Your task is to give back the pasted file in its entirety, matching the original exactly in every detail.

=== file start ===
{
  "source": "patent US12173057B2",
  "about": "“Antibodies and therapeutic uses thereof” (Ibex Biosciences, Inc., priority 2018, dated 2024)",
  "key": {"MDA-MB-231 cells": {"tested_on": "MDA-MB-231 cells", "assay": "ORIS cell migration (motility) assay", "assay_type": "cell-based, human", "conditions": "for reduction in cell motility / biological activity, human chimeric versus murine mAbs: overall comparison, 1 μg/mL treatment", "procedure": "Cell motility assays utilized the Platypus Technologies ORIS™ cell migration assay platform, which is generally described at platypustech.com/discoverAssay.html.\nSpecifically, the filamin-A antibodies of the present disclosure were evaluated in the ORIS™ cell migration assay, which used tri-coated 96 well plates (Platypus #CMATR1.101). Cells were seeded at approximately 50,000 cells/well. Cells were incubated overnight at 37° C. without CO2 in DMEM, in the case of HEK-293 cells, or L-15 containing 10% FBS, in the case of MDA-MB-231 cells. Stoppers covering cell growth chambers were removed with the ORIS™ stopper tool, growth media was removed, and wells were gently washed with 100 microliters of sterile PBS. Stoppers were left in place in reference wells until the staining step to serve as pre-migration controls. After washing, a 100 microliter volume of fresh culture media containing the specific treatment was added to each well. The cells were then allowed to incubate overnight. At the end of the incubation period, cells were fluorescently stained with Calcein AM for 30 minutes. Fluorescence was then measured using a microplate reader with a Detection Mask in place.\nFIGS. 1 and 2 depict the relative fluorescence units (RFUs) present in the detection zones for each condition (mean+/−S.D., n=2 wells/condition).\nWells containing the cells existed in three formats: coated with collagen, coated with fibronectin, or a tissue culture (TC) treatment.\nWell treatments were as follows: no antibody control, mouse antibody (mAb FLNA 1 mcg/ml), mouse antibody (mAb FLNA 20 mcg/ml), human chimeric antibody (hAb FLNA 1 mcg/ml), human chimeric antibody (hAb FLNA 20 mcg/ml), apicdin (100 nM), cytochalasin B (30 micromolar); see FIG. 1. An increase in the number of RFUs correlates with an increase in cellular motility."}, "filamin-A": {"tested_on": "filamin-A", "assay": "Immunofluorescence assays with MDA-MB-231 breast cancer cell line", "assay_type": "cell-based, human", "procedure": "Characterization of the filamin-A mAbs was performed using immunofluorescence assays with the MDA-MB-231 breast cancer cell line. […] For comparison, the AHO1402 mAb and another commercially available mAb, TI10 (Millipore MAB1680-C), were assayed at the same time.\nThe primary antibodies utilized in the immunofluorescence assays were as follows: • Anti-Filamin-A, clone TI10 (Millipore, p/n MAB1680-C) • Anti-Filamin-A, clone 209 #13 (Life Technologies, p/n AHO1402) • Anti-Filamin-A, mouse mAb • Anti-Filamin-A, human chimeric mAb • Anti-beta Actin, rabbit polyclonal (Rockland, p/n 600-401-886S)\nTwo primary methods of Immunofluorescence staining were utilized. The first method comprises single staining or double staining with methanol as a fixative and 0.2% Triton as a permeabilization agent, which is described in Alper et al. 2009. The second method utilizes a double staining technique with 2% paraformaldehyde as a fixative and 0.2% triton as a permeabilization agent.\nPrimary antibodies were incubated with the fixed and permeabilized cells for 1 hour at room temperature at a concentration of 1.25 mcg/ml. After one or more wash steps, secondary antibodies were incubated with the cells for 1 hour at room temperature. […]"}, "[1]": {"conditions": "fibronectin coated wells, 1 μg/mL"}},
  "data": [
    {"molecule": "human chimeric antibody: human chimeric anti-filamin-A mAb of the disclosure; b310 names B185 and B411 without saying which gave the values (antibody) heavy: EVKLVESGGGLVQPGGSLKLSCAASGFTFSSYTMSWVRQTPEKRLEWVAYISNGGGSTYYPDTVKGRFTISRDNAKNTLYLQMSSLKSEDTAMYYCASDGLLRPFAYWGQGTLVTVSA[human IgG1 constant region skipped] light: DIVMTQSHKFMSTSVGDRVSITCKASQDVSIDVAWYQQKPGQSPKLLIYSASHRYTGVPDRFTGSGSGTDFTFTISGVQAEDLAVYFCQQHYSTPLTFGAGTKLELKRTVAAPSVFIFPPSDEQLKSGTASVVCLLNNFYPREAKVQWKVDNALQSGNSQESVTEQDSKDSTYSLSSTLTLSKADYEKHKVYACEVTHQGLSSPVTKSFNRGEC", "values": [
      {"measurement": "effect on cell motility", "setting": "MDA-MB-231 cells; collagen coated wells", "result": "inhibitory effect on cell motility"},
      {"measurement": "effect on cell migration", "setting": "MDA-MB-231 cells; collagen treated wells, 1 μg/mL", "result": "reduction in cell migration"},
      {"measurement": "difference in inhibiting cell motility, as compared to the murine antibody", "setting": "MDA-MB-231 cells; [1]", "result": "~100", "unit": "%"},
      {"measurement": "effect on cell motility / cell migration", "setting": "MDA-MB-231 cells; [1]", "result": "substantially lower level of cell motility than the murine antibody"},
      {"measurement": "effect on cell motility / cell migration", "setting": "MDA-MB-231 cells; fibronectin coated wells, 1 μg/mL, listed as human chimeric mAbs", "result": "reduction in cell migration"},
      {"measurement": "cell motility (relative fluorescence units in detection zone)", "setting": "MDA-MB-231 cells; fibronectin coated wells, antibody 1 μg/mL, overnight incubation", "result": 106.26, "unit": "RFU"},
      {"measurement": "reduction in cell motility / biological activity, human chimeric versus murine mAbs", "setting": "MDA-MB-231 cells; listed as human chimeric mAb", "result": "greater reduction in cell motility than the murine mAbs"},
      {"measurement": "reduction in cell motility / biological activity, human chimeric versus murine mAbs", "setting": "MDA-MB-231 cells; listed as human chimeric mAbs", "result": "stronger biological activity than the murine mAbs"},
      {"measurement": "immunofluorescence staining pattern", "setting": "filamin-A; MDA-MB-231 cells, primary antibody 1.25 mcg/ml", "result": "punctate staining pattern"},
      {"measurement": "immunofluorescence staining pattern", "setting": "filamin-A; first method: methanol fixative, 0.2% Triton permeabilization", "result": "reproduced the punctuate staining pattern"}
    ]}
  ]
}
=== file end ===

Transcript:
{
  "source": "patent US12173057B2",
  "about": "“Antibodies and therapeutic uses thereof” (Ibex Biosciences, Inc., priority 2018, dated 2024)",
  "key": {"MDA-MB-231 cells": {"tested_on": "MDA-MB-231 cells", "assay": "ORIS cell migration (motility) assay", "assay_type": "cell-based, human", "conditions": "for reduction in cell motility / biological activity, human chimeric versus murine mAbs: overall comparison, 1 μg/mL treatment", "procedure": "Cell motility assays utilized the Platypus Technologies ORIS™ cell migration assay platform, which is generally described at platypustech.com/discoverAssay.html.\nSpecifically, the filamin-A antibodies of the present disclosure were evaluated in the ORIS™ cell migration assay, which used tri-coated 96 well plates (Platypus #CMATR1.101). Cells were seeded at approximately 50,000 cells/well. Cells were incubated overnight at 37° C. without CO2 in DMEM, in the case of HEK-293 cells, or L-15 containing 10% FBS, in the case of MDA-MB-231 cells. Stoppers covering cell growth chambers were removed with the ORIS™ stopper tool, growth media was removed, and wells were gently washed with 100 microliters of sterile PBS. Stoppers were left in place in reference wells until the staining step to serve as pre-migration controls. After washing, a 100 microliter volume of fresh culture media containing the specific treatment was added to each well. The cells were then allowed to incubate overnight. At the end of the incubation period, cells were fluorescently stained with Calcein AM for 30 minutes. Fluorescence was then measured using a microplate reader with a Detection Mask in place.\nFIGS. 1 and 2 depict the relative fluorescence units (RFUs) present in the detection zones for each condition (mean+/−S.D., n=2 wells/condition).\nWells containing the cells existed in three formats: coated with collagen, coated with fibronectin, or a tissue culture (TC) treatment.\nWell treatments were as follows: no antibody control, mouse antibody (mAb FLNA 1 mcg/ml), mouse antibody (mAb FLNA 20 mcg/ml), human chimeric antibody (hAb FLNA 1 mcg/ml), human chimeric antibody (hAb FLNA 20 mcg/ml), apicdin (100 nM), cytochalasin B (30 micromolar); see FIG. 1. An increase in the number of RFUs correlates with an increase in cellular motility."}, "filamin-A": {"tested_on": "filamin-A", "assay": "Immunofluorescence assays with MDA-MB-231 breast cancer cell line", "assay_type": "cell-based, human", "procedure": "Characterization of the filamin-A mAbs was performed using immunofluorescence assays with the MDA-MB-231 breast cancer cell line. […] For comparison, the AHO1402 mAb and another commercially available mAb, TI10 (Millipore MAB1680-C), were assayed at the same time.\nThe primary antibodies utilized in the immunofluorescence assays were as follows: • Anti-Filamin-A, clone TI10 (Millipore, p/n MAB1680-C) • Anti-Filamin-A, clone 209 #13 (Life Technologies, p/n AHO1402) • Anti-Filamin-A, mouse mAb • Anti-Filamin-A, human chimeric mAb • Anti-beta Actin, rabbit polyclonal (Rockland, p/n 600-401-886S)\nTwo primary methods of Immunofluorescence staining were utilized. The first method comprises single staining or double staining with methanol as a fixative and 0.2% Triton as a permeabilization agent, which is described in Alper et al. 2009. The second method utilizes a double staining technique with 2% paraformaldehyde as a fixative and 0.2% triton as a permeabilization agent.\nPrimary antibodies were incubated with the fixed and permeabilized cells for 1 hour at room temperature at a concentration of 1.25 mcg/ml. After one or more wash steps, secondary antibodies were incubated with the cells for 1 hour at room temperature. […]"}, "[1]": {"conditions": "fibronectin coated wells, 1 μg/mL"}},
  "data": [
    {"molecule": "human chimeric antibody: human chimeric anti-filamin-A mAb of the disclosure; b310 names B185 and B411 without saying which gave the values (antibody) heavy: EVKLVESGGGLVQPGGSLKLSCAASGFTFSSYTMSWVRQTPEKRLEWVAYISNGGGSTYYPDTVKGRFTISRDNAKNTLYLQMSSLKSEDTAMYYCASDGLLRPFAYWGQGTLVTVSA[human IgG1 constant region skipped] light: DIVMTQSHKFMSTSVGDRVSITCKASQDVSIDVAWYQQKPGQSPKLLIYSASHRYTGVPDRFTGSGSGTDFTFTISGVQAEDLAVYFCQQHYSTPLTFGAGTKLELKRTVAAPSVFIFPPSDEQLKSGTASVVCLLNNFYPREAKVQWKVDNALQSGNSQESVTEQDSKDSTYSLSSTLTLSKADYEKHKVYACEVTHQGLSSPVTKSFNRGEC", "values": [
      {"measurement": "effect on cell motility", "setting": "MDA-MB-231 cells; collagen coated wells", "result": "inhibitory effect on cell motility"},
      {"measurement": "effect on cell migration", "setting": "MDA-MB-231 cells; collagen treated wells, 1 μg/mL", "result": "reduction in cell migration"},
      {"measurement": "difference in inhibiting cell motility, as compared to the murine antibody", "setting": "MDA-MB-231 cells; [1]", "result": "~100", "unit": "%"},
      {"measurement": "effect on cell motility / cell migration", "setting": "MDA-MB-231 cells; [1]", "result": "substantially lower level of cell motility than the murine antibody"},
      {"measurement": "effect on cell motility / cell migration", "setting": "MDA-MB-231 cells; fibronectin coated wells, 1 μg/mL, listed as human chimeric mAbs", "result": "reduction in cell migration"},
      {"measurement": "cell motility (relative fluorescence units in detection zone)", "setting": "MDA-MB-231 cells; fibronectin coated wells, antibody 1 μg/mL, overnight incubation", "result": 106.26, "unit": "RFU"},
      {"measurement": "reduction in cell motility / biological activity, human chimeric versus murine mAbs", "setting": "MDA-MB-231 cells; listed as human chimeric mAb", "result": "greater reduction in cell motility than the murine mAbs"},
      {"measurement": "reduction in cell motility / biological activity, human chimeric versus murine mAbs", "setting": "MDA-MB-231 cells; listed as human chimeric mAbs", "result": "stronger biological activity than the murine mAbs"},
      {"measurement": "immunofluorescence staining pattern", "setting": "filamin-A; MDA-MB-231 cells, primary antibody 1.25 mcg/ml", "result": "punctate staining pattern"},
      {"measurement": "immunofluorescence staining pattern", "setting": "filamin-A; first method: methanol fixative, 0.2% Triton permeabilization", "result": "reproduced the punctuate staining pattern"}
    ]}
  ]
}